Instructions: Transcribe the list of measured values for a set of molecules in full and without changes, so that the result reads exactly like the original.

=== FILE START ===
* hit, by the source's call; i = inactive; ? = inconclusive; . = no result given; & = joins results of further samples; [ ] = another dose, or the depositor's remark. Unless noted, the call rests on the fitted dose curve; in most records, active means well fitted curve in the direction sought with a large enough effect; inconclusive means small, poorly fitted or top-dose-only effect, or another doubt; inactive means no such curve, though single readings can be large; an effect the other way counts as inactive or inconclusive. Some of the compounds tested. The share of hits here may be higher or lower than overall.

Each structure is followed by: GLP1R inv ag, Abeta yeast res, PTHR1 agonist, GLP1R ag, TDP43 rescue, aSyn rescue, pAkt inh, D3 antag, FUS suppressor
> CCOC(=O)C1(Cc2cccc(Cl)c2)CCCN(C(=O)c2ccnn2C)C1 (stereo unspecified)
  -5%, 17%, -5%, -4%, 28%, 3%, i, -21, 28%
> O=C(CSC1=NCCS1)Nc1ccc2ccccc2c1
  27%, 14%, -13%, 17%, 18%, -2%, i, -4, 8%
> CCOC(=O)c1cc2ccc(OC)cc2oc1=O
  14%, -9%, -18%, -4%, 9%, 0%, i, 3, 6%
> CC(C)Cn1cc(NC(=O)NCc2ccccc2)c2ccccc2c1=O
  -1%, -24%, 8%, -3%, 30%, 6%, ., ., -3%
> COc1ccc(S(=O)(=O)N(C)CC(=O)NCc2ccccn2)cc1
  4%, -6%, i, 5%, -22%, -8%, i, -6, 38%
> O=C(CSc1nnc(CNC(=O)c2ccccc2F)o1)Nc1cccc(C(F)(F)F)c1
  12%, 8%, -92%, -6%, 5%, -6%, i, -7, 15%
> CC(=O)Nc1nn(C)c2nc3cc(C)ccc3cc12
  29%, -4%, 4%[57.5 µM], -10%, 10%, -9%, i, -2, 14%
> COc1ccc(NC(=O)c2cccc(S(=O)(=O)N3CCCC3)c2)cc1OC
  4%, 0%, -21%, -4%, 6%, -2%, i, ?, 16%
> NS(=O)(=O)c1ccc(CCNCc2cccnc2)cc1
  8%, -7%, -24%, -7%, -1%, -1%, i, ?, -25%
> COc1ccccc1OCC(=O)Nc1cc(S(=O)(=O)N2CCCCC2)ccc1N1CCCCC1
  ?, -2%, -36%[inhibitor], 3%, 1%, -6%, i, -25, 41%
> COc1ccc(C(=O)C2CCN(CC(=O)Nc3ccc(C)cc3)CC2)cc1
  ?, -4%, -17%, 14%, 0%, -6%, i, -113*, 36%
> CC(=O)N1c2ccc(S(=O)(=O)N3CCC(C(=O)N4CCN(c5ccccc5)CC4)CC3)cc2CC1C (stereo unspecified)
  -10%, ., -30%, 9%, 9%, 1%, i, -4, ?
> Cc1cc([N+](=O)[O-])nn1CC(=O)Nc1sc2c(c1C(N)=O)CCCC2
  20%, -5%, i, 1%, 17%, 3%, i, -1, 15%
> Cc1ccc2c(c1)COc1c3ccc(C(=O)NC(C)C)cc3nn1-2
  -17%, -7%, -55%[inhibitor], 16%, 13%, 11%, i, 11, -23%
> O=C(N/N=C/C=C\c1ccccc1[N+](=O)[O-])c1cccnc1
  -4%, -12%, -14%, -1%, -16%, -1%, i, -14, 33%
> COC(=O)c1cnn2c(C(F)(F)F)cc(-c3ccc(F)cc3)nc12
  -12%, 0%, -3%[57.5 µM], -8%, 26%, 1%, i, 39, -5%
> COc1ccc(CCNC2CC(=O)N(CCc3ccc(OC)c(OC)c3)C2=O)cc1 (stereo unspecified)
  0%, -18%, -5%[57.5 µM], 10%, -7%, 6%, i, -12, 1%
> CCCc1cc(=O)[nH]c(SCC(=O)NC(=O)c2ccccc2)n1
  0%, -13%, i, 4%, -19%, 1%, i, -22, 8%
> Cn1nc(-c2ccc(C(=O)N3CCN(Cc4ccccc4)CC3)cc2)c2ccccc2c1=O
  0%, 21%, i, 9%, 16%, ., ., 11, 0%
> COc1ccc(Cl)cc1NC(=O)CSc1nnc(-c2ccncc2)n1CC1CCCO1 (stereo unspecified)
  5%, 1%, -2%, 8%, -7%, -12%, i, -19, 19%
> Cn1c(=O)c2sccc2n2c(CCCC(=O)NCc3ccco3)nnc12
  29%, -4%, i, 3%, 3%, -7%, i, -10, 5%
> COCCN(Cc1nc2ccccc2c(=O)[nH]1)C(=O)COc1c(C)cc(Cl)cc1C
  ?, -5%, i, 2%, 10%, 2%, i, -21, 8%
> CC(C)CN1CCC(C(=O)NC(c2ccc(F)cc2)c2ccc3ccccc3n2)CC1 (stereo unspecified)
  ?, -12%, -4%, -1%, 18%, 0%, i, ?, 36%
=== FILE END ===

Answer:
* hit, by the source's call; i = inactive; ? = inconclusive; . = no result given; & = joins results of further samples; [ ] = another dose, or the depositor's remark. Unless noted, the call rests on the fitted dose curve; in most records, active means well fitted curve in the direction sought with a large enough effect; inconclusive means small, poorly fitted or top-dose-only effect, or another doubt; inactive means no such curve, though single readings can be large; an effect the other way counts as inactive or inconclusive. Some of the compounds tested. The share of hits here may be higher or lower than overall.

Each structure is followed by: GLP1R inv ag, Abeta yeast res, PTHR1 agonist, GLP1R ag, TDP43 rescue, aSyn rescue, pAkt inh, D3 antag, FUS suppressor
> CCOC(=O)C1(Cc2cccc(Cl)c2)CCCN(C(=O)c2ccnn2C)C1 (stereo unspecified)
  -5%, 17%, -5%, -4%, 28%, 3%, i, -21, 28%
> O=C(CSC1=NCCS1)Nc1ccc2ccccc2c1
  27%, 14%, -13%, 17%, 18%, -2%, i, -4, 8%
> CCOC(=O)c1cc2ccc(OC)cc2oc1=O
  14%, -9%, -18%, -4%, 9%, 0%, i, 3, 6%
> CC(C)Cn1cc(NC(=O)NCc2ccccc2)c2ccccc2c1=O
  -1%, -24%, 8%, -3%, 30%, 6%, ., ., -3%
> COc1ccc(S(=O)(=O)N(C)CC(=O)NCc2ccccn2)cc1
  4%, -6%, i, 5%, -22%, -8%, i, -6, 38%
> O=C(CSc1nnc(CNC(=O)c2ccccc2F)o1)Nc1cccc(C(F)(F)F)c1
  12%, 8%, -92%, -6%, 5%, -6%, i, -7, 15%
> CC(=O)Nc1nn(C)c2nc3cc(C)ccc3cc12
  29%, -4%, 4%[57.5 µM], -10%, 10%, -9%, i, -2, 14%
> COc1ccc(NC(=O)c2cccc(S(=O)(=O)N3CCCC3)c2)cc1OC
  4%, 0%, -21%, -4%, 6%, -2%, i, ?, 16%
> NS(=O)(=O)c1ccc(CCNCc2cccnc2)cc1
  8%, -7%, -24%, -7%, -1%, -1%, i, ?, -25%
> COc1ccccc1OCC(=O)Nc1cc(S(=O)(=O)N2CCCCC2)ccc1N1CCCCC1
  ?, -2%, -36%[inhibitor], 3%, 1%, -6%, i, -25, 41%
> COc1ccc(C(=O)C2CCN(CC(=O)Nc3ccc(C)cc3)CC2)cc1
  ?, -4%, -17%, 14%, 0%, -6%, i, -113*, 36%
> CC(=O)N1c2ccc(S(=O)(=O)N3CCC(C(=O)N4CCN(c5ccccc5)CC4)CC3)cc2CC1C (stereo unspecified)
  -10%, ., -30%, 9%, 9%, 1%, i, -4, ?
> Cc1cc([N+](=O)[O-])nn1CC(=O)Nc1sc2c(c1C(N)=O)CCCC2
  20%, -5%, i, 1%, 17%, 3%, i, -1, 15%
> Cc1ccc2c(c1)COc1c3ccc(C(=O)NC(C)C)cc3nn1-2
  -17%, -7%, -55%[inhibitor], 16%, 13%, 11%, i, 11, -23%
> O=C(N/N=C/C=C\c1ccccc1[N+](=O)[O-])c1cccnc1
  -4%, -12%, -14%, -1%, -16%, -1%, i, -14, 33%
> COC(=O)c1cnn2c(C(F)(F)F)cc(-c3ccc(F)cc3)nc12
  -12%, 0%, -3%[57.5 µM], -8%, 26%, 1%, i, 39, -5%
> COc1ccc(CCNC2CC(=O)N(CCc3ccc(OC)c(OC)c3)C2=O)cc1 (stereo unspecified)
  0%, -18%, -5%[57.5 µM], 10%, -7%, 6%, i, -12, 1%
> CCCc1cc(=O)[nH]c(SCC(=O)NC(=O)c2ccccc2)n1
  0%, -13%, i, 4%, -19%, 1%, i, -22, 8%
> Cn1nc(-c2ccc(C(=O)N3CCN(Cc4ccccc4)CC3)cc2)c2ccccc2c1=O
  0%, 21%, i, 9%, 16%, ., ., 11, 0%
> COc1ccc(Cl)cc1NC(=O)CSc1nnc(-c2ccncc2)n1CC1CCCO1 (stereo unspecified)
  5%, 1%, -2%, 8%, -7%, -12%, i, -19, 19%
> Cn1c(=O)c2sccc2n2c(CCCC(=O)NCc3ccco3)nnc12
  29%, -4%, i, 3%, 3%, -7%, i, -10, 5%
> COCCN(Cc1nc2ccccc2c(=O)[nH]1)C(=O)COc1c(C)cc(Cl)cc1C
  ?, -5%, i, 2%, 10%, 2%, i, -21, 8%
> CC(C)CN1CCC(C(=O)NC(c2ccc(F)cc2)c2ccc3ccccc3n2)CC1 (stereo unspecified)
  ?, -12%, -4%, -1%, 18%, 0%, i, ?, 36%